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Cited by 7 publications
(8 citation statements)
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References 12 publications
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“…Note that our goal with these experiments is not to prove that we can speedup the execution of tabled programs, despite this is an obvious goal of having a concurrent implementation. Other works have already showed the parallel capabilities of the use of multithreaded tabling [8,9]. Since parallelism is highly dependent on the available concurrency that programs have and on the way synchronization is done, we can easily select/construct programs where linear speedups can be achieved or, on the other hand, where no speedups exist.…”
Section: Resultsmentioning
confidence: 99%
“…Variant sub-computations by other threads are resolved by consuming the answers stored by the generator thread. When a set of sub-computations being computed by different threads is mutually dependent, then a usurpation operation [12] synchronizes threads and a single thread assumes the computation of all sub-computations, turning the remaining threads into consumer threads. This maintains the correctness of the table space but has a major disadvantage: it restricts the potential of concurrency to non-mutually dependent sub-computations.…”
Section: Xsb's Approach To Multithreaded Tablingmentioning
confidence: 99%
“…The idea behind the Concurrent Local evaluation is that when a thread T encounters a (shared) tabled subgoal S that has not been encountered by any thread, T evaluates S. Other threads are allowed to use the table for S only after T has completed S. Concurrency control for tables mainly arises when more than one thread evaluates different tabled subgoals in the same SCC simultaneously. In this case a deadlock would occur, which the engine detects and resolves so that a single thread assumes computation of all tabled subgoals in the SCC (Marques and Swift 2008;Marques et al 2010). For example, in Figure 2 such a situation would occur if a thread T 1 called reach(1,Y) and another called reach(3,Y) before it was called by T 1 .…”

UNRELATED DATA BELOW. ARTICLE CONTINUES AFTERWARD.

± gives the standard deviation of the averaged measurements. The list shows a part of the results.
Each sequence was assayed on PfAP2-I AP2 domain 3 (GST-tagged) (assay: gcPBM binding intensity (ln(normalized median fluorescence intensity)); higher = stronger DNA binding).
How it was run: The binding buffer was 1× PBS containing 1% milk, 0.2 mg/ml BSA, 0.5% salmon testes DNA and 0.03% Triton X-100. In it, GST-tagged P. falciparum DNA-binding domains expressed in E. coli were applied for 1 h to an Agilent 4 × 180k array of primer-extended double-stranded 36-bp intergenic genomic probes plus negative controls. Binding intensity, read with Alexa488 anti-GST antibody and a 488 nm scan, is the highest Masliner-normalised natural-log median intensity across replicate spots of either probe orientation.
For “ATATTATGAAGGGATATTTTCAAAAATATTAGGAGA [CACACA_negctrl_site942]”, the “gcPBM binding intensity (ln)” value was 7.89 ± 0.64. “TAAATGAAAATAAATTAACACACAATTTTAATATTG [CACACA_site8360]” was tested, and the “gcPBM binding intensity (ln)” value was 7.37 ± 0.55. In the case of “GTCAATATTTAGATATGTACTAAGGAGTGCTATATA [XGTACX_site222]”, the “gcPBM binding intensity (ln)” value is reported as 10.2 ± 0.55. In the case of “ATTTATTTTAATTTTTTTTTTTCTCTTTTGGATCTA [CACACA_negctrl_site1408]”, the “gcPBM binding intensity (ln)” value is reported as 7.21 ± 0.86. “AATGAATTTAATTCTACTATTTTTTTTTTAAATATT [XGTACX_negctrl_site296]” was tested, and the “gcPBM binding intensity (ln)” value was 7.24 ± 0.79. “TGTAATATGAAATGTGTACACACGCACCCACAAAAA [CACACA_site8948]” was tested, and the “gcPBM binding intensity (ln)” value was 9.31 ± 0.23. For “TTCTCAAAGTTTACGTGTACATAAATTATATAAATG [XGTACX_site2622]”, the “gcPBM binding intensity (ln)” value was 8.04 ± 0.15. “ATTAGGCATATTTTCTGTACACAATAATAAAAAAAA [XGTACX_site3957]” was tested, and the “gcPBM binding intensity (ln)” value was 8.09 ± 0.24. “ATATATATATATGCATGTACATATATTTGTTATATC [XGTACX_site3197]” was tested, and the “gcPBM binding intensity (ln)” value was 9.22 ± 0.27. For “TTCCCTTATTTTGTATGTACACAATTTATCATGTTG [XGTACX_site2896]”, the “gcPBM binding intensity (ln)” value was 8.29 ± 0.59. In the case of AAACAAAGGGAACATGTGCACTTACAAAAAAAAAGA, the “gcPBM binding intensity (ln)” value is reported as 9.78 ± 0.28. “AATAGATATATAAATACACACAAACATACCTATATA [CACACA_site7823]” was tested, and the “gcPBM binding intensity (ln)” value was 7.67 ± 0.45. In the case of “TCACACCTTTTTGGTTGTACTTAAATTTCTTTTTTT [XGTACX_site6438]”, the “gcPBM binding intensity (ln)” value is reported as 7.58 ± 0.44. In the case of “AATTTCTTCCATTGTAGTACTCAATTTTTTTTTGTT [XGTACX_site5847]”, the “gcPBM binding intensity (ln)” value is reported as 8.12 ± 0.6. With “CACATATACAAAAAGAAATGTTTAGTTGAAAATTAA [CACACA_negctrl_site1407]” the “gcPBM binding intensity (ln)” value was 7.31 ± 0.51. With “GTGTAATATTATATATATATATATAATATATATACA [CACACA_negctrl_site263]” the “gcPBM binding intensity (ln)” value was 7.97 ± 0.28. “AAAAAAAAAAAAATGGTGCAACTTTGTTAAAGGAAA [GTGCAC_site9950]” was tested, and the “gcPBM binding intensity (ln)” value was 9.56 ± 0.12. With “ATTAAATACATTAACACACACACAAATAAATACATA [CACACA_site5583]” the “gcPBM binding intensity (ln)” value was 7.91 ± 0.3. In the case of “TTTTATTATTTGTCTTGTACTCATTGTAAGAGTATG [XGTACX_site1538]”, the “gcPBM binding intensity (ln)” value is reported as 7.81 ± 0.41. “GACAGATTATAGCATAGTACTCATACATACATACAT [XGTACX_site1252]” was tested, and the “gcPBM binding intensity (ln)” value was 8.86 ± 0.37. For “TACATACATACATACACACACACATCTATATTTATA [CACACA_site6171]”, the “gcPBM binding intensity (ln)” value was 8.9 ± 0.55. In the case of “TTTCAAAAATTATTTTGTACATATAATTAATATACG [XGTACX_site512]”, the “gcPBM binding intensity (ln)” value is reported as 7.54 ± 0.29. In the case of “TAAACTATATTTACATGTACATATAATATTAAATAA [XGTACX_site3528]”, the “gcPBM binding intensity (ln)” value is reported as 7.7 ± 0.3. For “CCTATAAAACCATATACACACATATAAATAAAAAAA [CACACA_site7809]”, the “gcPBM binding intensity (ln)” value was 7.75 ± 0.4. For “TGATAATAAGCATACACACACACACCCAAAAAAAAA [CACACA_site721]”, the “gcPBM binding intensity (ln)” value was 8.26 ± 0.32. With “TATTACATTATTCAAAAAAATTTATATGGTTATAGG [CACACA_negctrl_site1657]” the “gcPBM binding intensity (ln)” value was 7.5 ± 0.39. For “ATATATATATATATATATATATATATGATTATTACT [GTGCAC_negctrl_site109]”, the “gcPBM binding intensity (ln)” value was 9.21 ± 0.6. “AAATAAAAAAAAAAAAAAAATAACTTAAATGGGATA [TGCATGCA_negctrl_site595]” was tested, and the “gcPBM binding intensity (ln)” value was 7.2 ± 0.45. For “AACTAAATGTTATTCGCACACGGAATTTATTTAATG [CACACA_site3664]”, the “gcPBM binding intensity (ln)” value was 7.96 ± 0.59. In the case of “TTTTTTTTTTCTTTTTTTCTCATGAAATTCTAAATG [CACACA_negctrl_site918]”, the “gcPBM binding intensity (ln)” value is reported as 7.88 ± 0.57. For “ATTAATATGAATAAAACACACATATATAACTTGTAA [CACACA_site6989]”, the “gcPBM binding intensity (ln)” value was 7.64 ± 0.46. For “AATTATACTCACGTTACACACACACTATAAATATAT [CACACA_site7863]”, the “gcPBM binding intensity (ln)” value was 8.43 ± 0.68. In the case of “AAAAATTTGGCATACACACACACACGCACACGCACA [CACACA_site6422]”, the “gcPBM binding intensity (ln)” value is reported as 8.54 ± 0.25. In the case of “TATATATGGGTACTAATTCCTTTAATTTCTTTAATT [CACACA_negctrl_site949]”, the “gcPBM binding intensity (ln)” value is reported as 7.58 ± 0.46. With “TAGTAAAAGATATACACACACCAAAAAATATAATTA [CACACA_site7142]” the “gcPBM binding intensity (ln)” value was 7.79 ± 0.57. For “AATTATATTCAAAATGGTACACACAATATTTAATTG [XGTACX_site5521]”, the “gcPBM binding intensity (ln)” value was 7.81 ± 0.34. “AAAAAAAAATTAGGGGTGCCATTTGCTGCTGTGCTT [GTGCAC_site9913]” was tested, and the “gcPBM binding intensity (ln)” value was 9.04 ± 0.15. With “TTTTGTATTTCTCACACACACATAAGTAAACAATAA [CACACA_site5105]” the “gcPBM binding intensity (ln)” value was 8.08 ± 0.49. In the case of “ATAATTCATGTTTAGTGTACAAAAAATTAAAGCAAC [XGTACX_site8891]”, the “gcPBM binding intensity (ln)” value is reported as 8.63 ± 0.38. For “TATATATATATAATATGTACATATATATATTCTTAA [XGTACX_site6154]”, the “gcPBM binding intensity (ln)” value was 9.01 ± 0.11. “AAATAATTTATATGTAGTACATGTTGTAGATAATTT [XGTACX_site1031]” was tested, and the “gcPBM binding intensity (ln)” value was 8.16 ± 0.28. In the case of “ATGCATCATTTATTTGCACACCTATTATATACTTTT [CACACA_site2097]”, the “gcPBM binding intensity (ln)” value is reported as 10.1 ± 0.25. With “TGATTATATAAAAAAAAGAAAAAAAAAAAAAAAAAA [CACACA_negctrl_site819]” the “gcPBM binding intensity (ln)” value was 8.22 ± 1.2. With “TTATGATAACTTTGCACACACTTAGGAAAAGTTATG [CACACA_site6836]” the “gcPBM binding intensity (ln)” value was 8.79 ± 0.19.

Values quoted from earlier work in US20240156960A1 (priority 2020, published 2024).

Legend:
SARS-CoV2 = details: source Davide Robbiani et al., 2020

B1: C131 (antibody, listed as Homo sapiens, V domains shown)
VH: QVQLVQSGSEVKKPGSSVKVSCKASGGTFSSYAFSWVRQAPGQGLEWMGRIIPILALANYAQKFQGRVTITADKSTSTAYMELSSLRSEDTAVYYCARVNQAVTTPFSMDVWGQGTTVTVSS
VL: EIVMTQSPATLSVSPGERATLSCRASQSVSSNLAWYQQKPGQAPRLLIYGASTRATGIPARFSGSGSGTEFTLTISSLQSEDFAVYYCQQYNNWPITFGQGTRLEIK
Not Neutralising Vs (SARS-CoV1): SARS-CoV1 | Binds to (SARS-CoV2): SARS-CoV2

Section: Multi-threadingmentioning
confidence: 99%
“…It uses a semi-naive approach that, when a set of subgoals computed by different threads is mutually dependent, then a usurpation operation synchronizes threads and a single thread assumes the computation of all subgoals, turning the remaining threads into consumer threads. The design ensures the correct execution of concurrent sub-computations but the experimental results showed some limitations (Marques et al 2010). Yap implements both implicit and explicit concurrent tabled evaluation, but separately.…”
Section: Introductionmentioning
confidence: 99%
“…We believe that the answer to this question lies in recent progress on supporting multi-threading in Prolog engines. Motivated by the desire to support concurrent applications and explicit parallelism in systems such as Ciao (Carro and Hermenegildo 1999) and SWI-Prolog (Wielemaker 2003), multi-threading has now become widely available in Prolog engines, such as YAP (Santos Costa 2008) and XSB Prolog (Marques et al 2010). Nowadays, supporting threads can be seen as a requirement of modern Prolog engines, not an extension.…”
Section: Introductionmentioning
confidence: 99%